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Journalist Gwen Ifill to be memorialized with USPS Forever stamp

Gwen Ifill honored with stamp

The United States Postal Service has unveiled several new Forever stamps that will be issued in 2020. Among the stamp-sized works of art is a portrait of late PBS journalist Gwen Ifill

Ifill's stamp will be a part of USPS' Black Heritage series. The esteemed journalist died in 2016 following a battle with cancer. She was 61. Throughout her career, Ifill moderated vice-presidential debates and worked for 17 years as a moderator on PBS "NewsHour." She was also managing editor of "Washington Week."

A 2008 photo of Ifill taken by photographer Robert Severi is now set to appear on a Forever stamp. "Among the first African Americans to hold prominent positions in both broadcast and print journalism, Ifill was a trailblazer in the profession," according to USPS. The Postal Service has been celebrating people, events and cultural milestones on these special stamps since 1847.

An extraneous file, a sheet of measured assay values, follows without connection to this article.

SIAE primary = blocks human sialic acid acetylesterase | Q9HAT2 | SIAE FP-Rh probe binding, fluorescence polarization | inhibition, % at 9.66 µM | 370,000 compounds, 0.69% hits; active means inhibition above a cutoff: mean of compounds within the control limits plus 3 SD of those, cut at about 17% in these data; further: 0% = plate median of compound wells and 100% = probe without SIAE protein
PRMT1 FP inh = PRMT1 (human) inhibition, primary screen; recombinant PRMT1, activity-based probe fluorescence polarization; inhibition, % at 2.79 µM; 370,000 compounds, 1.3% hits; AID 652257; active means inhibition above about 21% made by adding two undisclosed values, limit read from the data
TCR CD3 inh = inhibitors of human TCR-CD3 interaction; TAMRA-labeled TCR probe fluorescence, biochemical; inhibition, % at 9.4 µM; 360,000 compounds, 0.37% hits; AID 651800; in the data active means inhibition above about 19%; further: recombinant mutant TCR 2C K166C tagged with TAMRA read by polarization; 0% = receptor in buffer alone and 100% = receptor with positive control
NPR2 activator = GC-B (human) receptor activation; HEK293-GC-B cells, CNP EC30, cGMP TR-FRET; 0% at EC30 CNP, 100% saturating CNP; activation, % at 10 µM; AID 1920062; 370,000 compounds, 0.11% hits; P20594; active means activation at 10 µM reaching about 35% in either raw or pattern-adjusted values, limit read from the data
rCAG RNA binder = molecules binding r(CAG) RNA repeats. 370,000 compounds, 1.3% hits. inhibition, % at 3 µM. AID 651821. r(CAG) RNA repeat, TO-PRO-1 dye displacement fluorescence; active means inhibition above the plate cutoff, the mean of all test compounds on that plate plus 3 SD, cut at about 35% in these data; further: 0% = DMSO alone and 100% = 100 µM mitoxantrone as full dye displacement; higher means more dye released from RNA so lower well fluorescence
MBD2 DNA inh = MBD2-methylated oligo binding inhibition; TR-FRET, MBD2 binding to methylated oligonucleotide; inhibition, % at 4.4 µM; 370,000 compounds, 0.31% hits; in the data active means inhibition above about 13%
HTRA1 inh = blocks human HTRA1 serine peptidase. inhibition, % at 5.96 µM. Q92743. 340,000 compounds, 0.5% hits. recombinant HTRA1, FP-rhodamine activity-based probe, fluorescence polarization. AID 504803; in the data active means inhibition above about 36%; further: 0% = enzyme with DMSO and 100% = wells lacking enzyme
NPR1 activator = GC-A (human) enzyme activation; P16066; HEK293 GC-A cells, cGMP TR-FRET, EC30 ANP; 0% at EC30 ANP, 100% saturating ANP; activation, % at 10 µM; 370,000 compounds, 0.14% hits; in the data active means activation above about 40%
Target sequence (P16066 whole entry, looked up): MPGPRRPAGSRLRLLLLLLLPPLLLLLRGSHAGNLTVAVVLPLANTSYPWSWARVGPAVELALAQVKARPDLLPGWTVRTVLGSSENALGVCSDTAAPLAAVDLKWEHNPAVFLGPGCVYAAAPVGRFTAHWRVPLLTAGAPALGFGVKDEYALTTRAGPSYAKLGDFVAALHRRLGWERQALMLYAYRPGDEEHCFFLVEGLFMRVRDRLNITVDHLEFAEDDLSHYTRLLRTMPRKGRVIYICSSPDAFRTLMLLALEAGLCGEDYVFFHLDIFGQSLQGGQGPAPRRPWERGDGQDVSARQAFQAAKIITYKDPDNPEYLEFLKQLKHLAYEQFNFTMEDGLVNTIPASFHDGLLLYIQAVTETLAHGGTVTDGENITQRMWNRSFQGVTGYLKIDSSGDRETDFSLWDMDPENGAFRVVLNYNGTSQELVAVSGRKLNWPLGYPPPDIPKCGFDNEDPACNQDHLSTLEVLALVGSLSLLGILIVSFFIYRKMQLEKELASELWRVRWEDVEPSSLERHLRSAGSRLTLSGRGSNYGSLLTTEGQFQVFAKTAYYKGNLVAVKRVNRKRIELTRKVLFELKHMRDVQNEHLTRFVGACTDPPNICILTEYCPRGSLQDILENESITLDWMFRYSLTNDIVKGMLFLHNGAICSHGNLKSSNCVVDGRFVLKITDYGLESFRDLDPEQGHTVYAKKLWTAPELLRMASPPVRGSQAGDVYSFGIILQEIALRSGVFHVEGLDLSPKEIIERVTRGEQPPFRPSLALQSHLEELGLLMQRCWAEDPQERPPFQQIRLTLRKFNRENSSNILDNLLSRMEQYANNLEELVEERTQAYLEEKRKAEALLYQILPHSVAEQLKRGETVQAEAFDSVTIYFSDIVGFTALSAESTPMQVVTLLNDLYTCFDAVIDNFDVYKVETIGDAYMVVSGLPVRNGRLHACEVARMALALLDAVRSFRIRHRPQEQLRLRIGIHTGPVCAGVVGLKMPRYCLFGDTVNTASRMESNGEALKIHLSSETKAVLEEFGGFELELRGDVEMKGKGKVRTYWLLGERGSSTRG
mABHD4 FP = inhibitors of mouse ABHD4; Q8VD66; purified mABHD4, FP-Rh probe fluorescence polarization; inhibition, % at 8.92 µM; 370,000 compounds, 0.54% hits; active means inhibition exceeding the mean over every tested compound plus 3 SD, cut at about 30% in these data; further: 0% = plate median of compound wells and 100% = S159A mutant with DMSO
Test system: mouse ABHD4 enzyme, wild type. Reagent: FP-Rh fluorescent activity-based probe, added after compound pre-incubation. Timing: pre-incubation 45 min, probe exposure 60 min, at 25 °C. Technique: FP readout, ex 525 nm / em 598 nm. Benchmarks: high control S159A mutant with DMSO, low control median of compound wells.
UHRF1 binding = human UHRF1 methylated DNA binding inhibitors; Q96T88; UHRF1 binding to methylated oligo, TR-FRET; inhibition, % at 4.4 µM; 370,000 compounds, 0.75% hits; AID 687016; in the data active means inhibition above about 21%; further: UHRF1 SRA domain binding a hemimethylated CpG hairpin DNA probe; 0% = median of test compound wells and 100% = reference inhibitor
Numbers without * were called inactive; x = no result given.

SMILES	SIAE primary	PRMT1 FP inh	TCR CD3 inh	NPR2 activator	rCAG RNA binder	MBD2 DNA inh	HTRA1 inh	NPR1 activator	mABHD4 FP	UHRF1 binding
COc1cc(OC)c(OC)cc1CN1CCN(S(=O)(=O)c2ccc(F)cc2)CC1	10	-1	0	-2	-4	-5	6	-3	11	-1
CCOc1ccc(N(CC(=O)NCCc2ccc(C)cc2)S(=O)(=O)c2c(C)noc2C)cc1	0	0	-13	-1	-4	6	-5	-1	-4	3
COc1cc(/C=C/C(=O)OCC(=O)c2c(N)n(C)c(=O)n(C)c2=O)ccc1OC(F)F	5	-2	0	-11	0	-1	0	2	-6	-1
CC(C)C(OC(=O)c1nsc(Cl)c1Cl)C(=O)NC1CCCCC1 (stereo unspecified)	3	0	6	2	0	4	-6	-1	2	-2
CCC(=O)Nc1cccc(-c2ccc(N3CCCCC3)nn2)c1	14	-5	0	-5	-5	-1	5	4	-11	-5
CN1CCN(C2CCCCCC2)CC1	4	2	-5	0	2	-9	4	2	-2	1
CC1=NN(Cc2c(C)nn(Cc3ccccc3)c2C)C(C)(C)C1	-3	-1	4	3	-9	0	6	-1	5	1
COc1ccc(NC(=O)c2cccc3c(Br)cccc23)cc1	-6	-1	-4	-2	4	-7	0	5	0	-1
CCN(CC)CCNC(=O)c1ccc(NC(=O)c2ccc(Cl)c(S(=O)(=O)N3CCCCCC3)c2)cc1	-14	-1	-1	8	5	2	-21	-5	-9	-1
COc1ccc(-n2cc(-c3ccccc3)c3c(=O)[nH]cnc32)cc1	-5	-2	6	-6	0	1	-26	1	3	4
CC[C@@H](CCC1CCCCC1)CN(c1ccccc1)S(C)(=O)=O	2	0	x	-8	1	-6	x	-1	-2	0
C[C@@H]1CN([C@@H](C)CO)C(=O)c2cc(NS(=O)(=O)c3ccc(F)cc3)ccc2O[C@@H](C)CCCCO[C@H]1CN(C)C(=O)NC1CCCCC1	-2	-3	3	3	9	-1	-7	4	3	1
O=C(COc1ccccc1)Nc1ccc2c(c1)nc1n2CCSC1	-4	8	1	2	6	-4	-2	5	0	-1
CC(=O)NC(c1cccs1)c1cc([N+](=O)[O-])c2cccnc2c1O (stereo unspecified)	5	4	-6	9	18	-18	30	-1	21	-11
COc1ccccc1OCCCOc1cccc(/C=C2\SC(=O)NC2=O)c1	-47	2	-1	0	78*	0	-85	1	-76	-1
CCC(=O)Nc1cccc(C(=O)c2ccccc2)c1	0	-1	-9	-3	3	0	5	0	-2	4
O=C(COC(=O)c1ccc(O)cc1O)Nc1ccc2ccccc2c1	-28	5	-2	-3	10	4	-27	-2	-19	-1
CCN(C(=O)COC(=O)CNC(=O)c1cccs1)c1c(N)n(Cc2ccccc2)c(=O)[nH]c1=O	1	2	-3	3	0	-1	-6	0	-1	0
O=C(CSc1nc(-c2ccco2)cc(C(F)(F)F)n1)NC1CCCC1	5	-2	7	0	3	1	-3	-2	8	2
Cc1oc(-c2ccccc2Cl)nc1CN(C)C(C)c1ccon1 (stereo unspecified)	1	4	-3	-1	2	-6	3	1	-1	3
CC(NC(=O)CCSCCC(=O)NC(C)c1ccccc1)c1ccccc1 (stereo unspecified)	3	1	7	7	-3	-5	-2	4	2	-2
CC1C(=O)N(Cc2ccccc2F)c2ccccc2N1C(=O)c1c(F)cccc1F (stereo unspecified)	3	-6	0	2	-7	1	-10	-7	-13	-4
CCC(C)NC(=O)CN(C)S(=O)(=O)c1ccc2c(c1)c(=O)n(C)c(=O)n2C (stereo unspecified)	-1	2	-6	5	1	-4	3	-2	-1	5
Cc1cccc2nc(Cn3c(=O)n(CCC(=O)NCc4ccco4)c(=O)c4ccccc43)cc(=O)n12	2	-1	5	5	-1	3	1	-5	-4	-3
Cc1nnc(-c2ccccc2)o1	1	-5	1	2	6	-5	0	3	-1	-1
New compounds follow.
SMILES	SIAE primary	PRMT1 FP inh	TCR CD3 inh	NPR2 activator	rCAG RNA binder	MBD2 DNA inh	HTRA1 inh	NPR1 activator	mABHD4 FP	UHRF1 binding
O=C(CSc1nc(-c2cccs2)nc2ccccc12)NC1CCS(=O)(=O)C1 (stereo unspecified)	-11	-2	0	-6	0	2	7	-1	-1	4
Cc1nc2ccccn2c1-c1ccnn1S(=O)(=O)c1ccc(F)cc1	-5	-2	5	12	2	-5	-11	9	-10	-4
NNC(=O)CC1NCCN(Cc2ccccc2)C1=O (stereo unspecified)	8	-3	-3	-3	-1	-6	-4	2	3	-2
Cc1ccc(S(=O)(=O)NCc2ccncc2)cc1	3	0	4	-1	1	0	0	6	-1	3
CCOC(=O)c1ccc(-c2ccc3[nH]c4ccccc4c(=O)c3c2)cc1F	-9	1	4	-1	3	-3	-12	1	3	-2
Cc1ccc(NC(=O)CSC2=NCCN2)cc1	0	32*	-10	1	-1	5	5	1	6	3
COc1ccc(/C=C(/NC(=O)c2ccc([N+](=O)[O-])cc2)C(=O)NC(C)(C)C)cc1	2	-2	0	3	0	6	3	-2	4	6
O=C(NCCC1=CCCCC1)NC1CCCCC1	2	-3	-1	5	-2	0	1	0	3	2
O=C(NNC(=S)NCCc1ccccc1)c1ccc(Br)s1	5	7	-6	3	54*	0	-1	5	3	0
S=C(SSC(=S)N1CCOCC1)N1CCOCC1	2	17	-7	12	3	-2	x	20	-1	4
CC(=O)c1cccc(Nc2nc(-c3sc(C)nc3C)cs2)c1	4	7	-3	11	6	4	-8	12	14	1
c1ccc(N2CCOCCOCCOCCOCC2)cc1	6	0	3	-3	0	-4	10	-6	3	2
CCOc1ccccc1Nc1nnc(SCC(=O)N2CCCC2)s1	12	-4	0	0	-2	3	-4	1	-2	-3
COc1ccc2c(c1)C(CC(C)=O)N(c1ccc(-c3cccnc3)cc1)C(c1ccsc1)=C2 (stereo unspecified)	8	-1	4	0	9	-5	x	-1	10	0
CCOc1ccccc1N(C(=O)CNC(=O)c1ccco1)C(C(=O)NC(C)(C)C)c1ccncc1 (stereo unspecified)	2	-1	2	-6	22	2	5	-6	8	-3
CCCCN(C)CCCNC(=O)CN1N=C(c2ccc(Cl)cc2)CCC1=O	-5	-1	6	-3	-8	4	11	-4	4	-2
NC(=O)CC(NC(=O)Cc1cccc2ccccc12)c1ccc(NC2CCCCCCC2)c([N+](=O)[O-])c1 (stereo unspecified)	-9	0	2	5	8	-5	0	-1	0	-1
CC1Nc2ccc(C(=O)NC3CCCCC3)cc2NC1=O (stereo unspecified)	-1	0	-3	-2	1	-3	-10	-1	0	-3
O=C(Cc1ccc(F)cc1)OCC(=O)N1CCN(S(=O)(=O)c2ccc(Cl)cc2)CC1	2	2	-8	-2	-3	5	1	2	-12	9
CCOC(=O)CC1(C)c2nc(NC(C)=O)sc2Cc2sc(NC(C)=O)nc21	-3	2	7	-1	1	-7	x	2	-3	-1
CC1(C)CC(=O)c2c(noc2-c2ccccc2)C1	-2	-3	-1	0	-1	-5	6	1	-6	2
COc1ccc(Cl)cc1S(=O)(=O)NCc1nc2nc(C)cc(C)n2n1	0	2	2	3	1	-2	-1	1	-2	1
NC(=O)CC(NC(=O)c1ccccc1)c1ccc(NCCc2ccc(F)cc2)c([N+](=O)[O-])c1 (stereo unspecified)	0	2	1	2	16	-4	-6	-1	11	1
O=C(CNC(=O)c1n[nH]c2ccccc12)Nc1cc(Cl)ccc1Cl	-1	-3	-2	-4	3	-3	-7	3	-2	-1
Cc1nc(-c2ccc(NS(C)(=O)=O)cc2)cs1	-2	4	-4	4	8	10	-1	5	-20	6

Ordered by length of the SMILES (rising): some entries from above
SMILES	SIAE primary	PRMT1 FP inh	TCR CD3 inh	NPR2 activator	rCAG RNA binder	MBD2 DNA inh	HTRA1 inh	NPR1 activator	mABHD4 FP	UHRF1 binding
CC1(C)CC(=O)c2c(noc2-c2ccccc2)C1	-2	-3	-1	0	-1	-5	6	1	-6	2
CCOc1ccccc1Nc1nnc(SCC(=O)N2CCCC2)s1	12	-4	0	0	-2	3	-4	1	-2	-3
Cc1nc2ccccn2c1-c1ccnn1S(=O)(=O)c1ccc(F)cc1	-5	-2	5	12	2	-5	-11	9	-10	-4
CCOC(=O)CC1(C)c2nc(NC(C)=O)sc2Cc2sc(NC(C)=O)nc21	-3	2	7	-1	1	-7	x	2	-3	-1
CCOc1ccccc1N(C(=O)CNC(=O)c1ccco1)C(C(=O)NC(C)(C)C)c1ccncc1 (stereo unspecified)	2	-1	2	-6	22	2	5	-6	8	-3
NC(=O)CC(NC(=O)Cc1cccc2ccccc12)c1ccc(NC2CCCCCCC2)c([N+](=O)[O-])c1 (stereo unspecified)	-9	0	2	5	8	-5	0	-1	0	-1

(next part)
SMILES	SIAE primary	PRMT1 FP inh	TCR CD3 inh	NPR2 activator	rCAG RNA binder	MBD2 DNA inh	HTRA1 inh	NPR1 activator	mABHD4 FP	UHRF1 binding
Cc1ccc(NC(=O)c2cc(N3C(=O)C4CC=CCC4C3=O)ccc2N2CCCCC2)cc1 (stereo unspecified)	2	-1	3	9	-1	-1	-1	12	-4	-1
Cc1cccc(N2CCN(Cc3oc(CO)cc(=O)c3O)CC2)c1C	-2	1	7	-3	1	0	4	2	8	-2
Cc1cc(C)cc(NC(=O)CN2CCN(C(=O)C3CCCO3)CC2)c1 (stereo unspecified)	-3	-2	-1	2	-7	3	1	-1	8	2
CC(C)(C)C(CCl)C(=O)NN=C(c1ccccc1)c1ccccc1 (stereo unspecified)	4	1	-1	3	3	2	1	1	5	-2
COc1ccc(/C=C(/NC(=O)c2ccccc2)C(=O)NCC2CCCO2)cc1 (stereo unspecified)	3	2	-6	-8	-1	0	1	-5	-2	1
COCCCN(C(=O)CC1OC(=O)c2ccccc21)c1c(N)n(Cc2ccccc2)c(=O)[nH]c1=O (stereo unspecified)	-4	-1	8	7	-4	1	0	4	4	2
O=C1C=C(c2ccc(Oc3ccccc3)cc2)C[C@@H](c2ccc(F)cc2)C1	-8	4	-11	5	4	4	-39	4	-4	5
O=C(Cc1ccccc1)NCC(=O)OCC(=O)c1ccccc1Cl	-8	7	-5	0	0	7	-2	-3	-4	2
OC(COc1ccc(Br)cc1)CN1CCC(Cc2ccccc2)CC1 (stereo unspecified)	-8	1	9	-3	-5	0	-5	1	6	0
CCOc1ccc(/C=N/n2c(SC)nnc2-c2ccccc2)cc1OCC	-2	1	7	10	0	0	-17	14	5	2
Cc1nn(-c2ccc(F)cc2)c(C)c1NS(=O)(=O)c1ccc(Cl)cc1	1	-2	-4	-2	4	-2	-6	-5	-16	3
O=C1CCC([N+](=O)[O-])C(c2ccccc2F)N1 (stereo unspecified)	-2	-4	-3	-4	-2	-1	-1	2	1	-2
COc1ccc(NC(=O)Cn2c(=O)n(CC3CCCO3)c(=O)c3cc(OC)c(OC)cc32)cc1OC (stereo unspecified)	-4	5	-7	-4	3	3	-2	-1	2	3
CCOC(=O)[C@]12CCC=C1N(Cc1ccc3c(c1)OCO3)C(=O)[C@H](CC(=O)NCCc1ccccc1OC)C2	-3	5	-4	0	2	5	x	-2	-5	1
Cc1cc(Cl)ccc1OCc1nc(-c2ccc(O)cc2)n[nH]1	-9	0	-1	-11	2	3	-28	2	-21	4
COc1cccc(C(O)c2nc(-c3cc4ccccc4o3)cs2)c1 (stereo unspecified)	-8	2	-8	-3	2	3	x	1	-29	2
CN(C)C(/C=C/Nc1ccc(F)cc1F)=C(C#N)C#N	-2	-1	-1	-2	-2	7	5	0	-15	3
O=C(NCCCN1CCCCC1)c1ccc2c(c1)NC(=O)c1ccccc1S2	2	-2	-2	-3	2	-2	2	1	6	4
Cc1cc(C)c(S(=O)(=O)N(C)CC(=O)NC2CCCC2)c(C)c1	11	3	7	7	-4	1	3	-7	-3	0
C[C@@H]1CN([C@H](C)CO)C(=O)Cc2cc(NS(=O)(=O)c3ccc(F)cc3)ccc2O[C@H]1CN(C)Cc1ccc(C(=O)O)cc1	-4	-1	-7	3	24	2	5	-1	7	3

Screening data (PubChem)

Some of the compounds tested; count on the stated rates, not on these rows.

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Gwen Ifill, who passed away in 2016 after batting cancer, will receive a stamp as part of USPS's Black Heritage series. Getty/USPS

Ifill's stamp, designed by art director Derry Noyes, is the 43rd stamp in the Black Heritage series, which includes entertainer Lena Horne, civil rights activist Dorothy Height, Carter G. Woodson, who is credited as the "father of black history."

The group of 2020 Forever stamps includes an homage to Arnold Palmer, a celebration of the Lunar New Year: Year of the Rat, and a commemoration of Maine's statehood on its 200th anniversary.

There will also be four Forever stamps that celebrate different facets of hip-hop: "MCing (rapping), b-boying (breakdancing), DJing and graffiti art," according to USPS. And another stamp will commemorate the 100th anniversary of the 19th Amendment to the U.S. Constitution, which granted women the right to vote.

While the USPS unveiled these and other stamp designs Tuesday, they did warn that the 2020 stamps "are preliminary and subject to change."

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